So we will target being 3.5, 4 even odd longer-term. We will take a off-ramp for some period of time for an attractive accretive deal that I think that we would – we wouldn’t stress too crazy, but I could see that if the timing is right kind of go in the 5.5 time leverage. And but then would you think that was more likely is the merger, and those are likely – more likely be stock deals and perhaps the combination of stock and cash.

Stephen W. Weiss – Bank of America Merrill Lynch

And when you say 5.5, is that using of two year cycle or is that kind of like at a point in time…

Richard J. Schmaeling

Yes, I’m going to think compliance that given our credit facility, so it’s more on a TTM basis. And so that’s I kind of think about the similar transaction which show the size of Allbritton was available and that would be a stretch for us, but if you did it – if you closed on September 1 of this year that would be awesome.

Stephen W. Weiss – Bank of America Merrill Lynch


Richard J. Schmaeling

And but…

Stephen W. Weiss – Bank of America Merrill Lynch

And then I know you have in the upcoming call on your [indiscernible] how you think about replacing that secured it, unsecured, do you leave yourself dry power for the next phase and kind of trimming out with unsecured or do you kind of go a well cost alternative and you have that while you’re kind of on the bank side? What was your thought?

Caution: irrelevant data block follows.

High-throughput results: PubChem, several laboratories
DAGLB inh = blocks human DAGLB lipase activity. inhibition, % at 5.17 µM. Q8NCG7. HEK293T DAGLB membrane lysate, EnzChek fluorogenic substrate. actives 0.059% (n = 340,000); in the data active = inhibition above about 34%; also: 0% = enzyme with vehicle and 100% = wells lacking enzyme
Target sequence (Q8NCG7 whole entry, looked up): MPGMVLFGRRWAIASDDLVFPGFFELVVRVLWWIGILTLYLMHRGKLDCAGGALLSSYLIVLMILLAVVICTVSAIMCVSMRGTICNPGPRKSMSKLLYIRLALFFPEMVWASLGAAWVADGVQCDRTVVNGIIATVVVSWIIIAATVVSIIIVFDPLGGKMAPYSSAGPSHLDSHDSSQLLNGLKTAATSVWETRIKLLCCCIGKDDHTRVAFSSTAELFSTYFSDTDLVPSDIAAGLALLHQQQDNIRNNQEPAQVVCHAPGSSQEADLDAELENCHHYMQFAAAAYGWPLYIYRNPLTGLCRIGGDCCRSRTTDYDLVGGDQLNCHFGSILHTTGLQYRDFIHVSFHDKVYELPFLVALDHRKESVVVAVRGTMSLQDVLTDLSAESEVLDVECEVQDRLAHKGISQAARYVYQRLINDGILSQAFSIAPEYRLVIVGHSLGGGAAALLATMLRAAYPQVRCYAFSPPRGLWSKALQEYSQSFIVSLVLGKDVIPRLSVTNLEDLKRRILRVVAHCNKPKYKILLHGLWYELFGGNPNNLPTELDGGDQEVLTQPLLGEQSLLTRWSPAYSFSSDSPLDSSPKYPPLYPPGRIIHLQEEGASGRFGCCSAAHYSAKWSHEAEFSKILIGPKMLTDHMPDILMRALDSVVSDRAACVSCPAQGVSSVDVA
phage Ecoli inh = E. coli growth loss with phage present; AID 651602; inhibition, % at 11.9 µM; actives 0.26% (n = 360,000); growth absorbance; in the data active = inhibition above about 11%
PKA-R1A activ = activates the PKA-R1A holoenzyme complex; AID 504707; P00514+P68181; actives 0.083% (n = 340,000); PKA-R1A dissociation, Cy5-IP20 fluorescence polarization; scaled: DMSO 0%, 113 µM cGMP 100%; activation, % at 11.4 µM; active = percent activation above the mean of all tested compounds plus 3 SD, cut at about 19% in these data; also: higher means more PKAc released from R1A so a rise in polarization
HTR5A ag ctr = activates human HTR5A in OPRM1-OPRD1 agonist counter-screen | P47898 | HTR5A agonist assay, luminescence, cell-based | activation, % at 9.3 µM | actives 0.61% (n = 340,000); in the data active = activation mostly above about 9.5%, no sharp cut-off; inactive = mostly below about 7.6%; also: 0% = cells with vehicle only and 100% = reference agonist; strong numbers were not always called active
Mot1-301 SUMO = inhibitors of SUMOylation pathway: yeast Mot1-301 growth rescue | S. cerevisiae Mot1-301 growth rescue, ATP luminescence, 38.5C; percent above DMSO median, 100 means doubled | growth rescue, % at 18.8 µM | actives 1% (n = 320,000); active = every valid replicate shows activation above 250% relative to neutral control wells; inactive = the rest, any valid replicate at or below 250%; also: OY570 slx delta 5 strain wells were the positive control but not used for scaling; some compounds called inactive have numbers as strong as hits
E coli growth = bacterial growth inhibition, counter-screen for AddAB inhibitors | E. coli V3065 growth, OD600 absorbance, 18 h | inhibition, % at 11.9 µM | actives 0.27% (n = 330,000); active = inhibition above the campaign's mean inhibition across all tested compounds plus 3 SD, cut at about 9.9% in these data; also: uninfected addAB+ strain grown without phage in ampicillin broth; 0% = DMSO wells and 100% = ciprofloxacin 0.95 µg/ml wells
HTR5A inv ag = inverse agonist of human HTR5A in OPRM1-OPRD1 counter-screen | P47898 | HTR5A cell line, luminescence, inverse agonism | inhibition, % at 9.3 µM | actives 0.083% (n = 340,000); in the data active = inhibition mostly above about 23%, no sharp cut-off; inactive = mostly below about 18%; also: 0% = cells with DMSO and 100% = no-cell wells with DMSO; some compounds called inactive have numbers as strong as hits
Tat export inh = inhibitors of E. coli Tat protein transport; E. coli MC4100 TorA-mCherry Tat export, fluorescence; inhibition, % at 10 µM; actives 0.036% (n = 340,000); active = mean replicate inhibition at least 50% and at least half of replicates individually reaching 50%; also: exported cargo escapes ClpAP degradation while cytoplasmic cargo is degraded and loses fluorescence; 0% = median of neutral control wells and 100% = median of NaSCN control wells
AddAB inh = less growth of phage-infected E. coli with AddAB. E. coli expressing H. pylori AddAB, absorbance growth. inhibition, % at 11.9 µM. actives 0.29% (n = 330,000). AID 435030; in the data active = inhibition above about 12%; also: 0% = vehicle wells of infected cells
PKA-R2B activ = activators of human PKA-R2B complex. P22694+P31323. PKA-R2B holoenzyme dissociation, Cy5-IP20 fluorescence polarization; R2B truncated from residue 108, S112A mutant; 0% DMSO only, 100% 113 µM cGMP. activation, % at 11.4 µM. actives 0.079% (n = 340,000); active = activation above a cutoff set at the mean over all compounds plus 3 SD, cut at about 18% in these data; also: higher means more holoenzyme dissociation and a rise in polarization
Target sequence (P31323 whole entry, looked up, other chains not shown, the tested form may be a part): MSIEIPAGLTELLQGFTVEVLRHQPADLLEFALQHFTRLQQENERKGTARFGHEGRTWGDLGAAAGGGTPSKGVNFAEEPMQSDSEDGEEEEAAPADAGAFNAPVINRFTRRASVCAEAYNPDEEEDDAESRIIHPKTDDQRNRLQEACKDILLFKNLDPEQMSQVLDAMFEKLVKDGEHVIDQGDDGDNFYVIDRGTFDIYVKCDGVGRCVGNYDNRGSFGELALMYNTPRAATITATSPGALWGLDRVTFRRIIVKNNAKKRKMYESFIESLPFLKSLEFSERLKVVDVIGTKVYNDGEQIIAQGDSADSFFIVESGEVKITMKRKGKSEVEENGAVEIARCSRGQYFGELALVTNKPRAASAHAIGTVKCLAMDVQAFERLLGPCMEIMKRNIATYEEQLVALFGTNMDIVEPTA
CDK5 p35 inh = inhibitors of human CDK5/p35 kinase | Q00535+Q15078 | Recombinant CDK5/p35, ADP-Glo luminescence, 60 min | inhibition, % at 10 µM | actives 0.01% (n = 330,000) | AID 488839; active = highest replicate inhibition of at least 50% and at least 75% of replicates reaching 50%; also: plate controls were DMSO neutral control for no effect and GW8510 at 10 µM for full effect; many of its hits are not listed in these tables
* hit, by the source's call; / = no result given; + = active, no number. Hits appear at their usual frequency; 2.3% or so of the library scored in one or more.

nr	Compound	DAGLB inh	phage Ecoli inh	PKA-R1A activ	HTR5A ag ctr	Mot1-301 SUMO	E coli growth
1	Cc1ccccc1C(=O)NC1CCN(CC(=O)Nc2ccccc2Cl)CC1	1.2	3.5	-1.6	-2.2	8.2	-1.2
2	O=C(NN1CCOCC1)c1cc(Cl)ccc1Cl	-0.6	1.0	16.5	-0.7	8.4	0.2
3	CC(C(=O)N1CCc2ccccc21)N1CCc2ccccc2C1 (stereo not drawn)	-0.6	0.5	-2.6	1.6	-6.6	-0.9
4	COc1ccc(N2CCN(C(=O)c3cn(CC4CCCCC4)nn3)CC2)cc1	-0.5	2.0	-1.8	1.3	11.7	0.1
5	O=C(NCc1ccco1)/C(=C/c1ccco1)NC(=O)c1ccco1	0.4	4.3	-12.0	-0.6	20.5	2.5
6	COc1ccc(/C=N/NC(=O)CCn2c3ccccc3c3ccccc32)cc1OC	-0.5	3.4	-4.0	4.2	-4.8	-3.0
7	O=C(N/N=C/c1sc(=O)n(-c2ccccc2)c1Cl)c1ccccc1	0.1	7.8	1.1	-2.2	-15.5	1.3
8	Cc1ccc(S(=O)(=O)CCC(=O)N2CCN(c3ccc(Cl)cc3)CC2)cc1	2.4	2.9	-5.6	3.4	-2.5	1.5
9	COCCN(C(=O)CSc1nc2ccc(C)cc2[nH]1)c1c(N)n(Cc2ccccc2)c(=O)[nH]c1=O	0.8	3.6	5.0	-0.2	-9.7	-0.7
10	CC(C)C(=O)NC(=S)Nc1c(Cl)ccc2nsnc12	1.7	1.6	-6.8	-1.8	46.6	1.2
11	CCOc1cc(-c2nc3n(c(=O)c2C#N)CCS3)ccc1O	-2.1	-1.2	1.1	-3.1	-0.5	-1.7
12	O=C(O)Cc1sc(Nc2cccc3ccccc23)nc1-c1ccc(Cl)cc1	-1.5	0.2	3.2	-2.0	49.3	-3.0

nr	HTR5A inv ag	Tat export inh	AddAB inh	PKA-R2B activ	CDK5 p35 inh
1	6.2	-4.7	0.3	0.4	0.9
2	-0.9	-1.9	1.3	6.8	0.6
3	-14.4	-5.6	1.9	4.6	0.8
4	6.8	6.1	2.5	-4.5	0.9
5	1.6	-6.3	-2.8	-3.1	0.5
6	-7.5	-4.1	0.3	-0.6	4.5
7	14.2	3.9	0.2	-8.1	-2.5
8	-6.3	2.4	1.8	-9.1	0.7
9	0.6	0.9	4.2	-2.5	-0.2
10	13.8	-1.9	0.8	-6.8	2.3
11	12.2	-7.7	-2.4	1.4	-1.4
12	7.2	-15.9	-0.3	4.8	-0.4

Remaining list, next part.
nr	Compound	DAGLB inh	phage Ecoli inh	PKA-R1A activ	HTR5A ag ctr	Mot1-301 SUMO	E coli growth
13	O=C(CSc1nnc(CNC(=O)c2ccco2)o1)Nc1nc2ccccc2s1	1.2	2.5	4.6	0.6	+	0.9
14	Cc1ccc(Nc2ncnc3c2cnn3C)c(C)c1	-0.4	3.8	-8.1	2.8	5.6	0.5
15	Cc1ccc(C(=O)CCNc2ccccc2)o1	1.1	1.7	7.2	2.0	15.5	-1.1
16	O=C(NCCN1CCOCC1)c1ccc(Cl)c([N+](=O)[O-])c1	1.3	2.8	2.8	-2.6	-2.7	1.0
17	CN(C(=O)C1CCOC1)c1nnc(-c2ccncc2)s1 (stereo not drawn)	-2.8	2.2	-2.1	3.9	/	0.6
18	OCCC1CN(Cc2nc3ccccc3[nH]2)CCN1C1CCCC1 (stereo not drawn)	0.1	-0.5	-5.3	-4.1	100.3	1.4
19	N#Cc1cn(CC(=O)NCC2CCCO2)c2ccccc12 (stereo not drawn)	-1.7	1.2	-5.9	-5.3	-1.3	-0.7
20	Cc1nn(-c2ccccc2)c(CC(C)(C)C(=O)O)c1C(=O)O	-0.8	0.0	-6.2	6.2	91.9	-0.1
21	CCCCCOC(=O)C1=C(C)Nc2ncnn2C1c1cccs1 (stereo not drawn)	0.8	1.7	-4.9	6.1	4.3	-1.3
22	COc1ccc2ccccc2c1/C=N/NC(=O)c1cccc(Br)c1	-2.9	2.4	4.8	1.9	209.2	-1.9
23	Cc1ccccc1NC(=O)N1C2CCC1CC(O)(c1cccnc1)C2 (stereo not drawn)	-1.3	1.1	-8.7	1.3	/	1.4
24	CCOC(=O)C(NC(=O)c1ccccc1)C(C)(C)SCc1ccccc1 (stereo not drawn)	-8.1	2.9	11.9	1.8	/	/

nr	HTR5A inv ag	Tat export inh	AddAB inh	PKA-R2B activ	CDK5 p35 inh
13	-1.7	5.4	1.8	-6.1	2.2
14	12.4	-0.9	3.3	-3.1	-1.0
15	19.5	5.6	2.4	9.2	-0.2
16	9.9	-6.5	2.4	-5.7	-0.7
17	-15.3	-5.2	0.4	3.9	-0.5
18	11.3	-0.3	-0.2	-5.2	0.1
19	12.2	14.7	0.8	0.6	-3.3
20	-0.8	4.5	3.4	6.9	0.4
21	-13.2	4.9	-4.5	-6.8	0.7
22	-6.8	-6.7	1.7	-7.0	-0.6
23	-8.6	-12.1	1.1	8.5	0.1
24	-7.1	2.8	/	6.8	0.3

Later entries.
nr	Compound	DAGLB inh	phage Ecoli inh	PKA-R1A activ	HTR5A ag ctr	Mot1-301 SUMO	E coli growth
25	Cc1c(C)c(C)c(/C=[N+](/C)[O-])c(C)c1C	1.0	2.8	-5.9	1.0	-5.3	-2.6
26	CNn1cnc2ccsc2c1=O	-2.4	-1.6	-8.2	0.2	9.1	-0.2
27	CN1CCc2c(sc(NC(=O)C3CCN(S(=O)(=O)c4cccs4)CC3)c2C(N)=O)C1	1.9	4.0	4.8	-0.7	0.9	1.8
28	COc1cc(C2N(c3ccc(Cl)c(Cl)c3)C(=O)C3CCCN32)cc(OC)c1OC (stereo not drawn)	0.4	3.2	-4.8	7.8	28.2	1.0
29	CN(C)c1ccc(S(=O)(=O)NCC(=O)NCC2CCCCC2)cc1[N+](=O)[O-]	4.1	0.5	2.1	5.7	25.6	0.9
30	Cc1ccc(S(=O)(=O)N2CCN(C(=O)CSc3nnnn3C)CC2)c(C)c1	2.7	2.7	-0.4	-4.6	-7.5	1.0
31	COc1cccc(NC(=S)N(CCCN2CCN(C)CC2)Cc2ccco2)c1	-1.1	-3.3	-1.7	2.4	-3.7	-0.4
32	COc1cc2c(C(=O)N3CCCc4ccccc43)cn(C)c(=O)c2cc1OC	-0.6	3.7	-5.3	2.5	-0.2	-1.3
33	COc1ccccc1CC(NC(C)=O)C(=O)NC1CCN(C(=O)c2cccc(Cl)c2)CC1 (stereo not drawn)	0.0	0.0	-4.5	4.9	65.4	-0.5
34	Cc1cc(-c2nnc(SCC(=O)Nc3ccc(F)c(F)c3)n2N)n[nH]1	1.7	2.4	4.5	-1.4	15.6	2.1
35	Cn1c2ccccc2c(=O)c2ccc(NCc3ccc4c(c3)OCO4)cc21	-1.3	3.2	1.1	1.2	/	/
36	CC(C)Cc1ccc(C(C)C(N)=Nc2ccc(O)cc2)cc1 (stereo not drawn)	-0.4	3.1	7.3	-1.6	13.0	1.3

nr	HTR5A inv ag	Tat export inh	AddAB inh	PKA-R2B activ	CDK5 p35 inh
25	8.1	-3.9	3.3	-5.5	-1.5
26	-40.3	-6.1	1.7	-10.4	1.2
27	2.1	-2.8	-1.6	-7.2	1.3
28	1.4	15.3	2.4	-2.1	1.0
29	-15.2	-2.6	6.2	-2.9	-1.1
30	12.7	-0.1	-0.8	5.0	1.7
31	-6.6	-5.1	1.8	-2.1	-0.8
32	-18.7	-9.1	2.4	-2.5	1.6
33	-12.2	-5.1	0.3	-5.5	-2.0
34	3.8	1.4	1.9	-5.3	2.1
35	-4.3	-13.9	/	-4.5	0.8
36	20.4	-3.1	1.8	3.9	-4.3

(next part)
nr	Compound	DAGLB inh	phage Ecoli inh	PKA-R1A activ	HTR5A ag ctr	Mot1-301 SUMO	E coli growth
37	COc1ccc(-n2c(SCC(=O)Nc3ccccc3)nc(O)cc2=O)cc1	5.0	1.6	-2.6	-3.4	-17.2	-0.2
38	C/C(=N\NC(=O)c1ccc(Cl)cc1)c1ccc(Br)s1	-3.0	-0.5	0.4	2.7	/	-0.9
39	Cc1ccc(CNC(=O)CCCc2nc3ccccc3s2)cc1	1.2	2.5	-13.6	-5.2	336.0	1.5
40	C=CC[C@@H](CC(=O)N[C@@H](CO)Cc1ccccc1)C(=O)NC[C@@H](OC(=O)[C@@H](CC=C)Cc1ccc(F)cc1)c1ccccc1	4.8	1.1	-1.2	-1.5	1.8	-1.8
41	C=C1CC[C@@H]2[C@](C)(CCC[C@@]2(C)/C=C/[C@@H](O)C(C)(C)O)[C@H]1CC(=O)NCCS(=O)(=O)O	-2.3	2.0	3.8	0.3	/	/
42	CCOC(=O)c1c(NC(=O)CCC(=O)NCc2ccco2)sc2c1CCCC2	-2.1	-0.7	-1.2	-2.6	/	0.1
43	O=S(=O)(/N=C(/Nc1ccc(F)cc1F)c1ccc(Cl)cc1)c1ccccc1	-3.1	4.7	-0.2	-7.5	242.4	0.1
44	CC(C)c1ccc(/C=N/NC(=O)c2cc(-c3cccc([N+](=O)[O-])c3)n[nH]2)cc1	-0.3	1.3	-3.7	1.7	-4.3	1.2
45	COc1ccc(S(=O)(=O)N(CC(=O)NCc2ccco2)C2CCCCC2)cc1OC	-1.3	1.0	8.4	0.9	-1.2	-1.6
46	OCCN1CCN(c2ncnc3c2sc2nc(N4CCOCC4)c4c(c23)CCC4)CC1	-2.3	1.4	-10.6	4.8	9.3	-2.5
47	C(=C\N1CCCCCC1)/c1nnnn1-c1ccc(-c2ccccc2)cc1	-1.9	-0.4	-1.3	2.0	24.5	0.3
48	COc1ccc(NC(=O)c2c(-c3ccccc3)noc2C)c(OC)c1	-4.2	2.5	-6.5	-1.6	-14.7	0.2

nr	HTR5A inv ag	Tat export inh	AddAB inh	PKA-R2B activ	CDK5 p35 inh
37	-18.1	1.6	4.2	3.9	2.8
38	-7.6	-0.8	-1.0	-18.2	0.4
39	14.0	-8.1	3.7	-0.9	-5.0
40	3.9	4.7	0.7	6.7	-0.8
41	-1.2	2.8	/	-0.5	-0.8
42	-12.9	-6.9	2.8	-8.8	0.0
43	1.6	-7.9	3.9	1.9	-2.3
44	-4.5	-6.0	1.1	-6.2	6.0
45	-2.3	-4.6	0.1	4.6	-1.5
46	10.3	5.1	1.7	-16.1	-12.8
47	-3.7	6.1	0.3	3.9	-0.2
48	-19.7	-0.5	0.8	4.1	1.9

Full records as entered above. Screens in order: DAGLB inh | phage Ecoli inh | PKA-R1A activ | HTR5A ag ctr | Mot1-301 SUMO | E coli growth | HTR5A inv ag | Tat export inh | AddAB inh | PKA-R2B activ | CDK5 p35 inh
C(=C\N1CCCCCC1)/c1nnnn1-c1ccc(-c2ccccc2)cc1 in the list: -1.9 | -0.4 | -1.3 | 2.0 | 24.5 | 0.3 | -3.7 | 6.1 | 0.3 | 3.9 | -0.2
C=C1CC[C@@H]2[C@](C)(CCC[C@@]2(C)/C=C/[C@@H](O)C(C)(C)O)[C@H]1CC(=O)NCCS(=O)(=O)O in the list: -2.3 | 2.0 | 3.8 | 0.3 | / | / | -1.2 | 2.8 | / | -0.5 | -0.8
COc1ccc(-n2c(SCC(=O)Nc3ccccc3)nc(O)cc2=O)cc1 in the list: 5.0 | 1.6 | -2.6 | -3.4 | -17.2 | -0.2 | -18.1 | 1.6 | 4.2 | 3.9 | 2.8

Richard J. Schmaeling

Yes, I think that how I’m thinking about it is that that we will preserve our senior secured capacity and – for M&A. And perhaps we’re looking at whole range of alternatives, but perhaps you know notes – for notes that maybe in conjunction with that think about freshening up our credit in a – in what we’re paying today.

Stephen W. Weiss – Bank of America Merrill Lynch

Great, maybe from the floor. Okay, one in back, please.

Question-and-Answer Session

Unidentified Analyst

So in the [indiscernible] scenario where aerial gains a meaningful traction and you guys are not getting any retrans. Are you still required to make some kind of minimum guarantee payments to the networks?

Richard J. Schmaeling